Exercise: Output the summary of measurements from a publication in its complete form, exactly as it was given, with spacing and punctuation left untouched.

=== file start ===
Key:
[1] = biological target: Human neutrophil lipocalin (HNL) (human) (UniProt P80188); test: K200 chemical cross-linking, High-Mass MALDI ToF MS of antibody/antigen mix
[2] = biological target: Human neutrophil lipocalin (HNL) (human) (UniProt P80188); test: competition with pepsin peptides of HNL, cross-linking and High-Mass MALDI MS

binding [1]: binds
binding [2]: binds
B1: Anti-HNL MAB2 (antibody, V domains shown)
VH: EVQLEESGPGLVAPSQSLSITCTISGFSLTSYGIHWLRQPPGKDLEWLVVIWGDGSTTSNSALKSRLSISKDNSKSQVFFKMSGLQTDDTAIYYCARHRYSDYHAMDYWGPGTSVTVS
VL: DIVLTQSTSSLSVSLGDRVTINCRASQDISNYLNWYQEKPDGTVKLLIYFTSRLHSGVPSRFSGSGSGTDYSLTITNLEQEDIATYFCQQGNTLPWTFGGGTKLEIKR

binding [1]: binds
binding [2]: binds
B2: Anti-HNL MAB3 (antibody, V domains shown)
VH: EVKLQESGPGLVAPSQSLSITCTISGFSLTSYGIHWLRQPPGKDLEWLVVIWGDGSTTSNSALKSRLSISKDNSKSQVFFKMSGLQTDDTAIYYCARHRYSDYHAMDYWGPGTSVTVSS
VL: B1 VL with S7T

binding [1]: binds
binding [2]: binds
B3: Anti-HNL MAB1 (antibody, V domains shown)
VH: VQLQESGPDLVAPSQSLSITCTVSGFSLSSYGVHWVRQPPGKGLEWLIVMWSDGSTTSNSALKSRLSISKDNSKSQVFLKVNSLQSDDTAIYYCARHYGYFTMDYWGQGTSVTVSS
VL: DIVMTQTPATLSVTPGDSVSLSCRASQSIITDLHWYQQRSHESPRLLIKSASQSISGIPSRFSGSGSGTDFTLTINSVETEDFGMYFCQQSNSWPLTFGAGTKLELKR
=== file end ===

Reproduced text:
Key:
[1] = biological target: Human neutrophil lipocalin (HNL) (human) (UniProt P80188); test: K200 chemical cross-linking, High-Mass MALDI ToF MS of antibody/antigen mix
[2] = biological target: Human neutrophil lipocalin (HNL) (human) (UniProt P80188); test: competition with pepsin peptides of HNL, cross-linking and High-Mass MALDI MS

binding [1]: binds
binding [2]: binds
B1: Anti-HNL MAB2 (antibody, V domains shown)
VH: EVQLEESGPGLVAPSQSLSITCTISGFSLTSYGIHWLRQPPGKDLEWLVVIWGDGSTTSNSALKSRLSISKDNSKSQVFFKMSGLQTDDTAIYYCARHRYSDYHAMDYWGPGTSVTVS
VL: DIVLTQSTSSLSVSLGDRVTINCRASQDISNYLNWYQEKPDGTVKLLIYFTSRLHSGVPSRFSGSGSGTDYSLTITNLEQEDIATYFCQQGNTLPWTFGGGTKLEIKR

binding [1]: binds
binding [2]: binds
B2: Anti-HNL MAB3 (antibody, V domains shown)
VH: EVKLQESGPGLVAPSQSLSITCTISGFSLTSYGIHWLRQPPGKDLEWLVVIWGDGSTTSNSALKSRLSISKDNSKSQVFFKMSGLQTDDTAIYYCARHRYSDYHAMDYWGPGTSVTVSS
VL: B1 VL with S7T

binding [1]: binds
binding [2]: binds
B3: Anti-HNL MAB1 (antibody, V domains shown)
VH: VQLQESGPDLVAPSQSLSITCTVSGFSLSSYGVHWVRQPPGKGLEWLIVMWSDGSTTSNSALKSRLSISKDNSKSQVFLKVNSLQSDDTAIYYCARHYGYFTMDYWGQGTSVTVSS
VL: DIVMTQTPATLSVTPGDSVSLSCRASQSIITDLHWYQQRSHESPRLLIKSASQSISGIPSRFSGSGSGTDFTLTINSVETEDFGMYFCQQSNSWPLTFGAGTKLELKR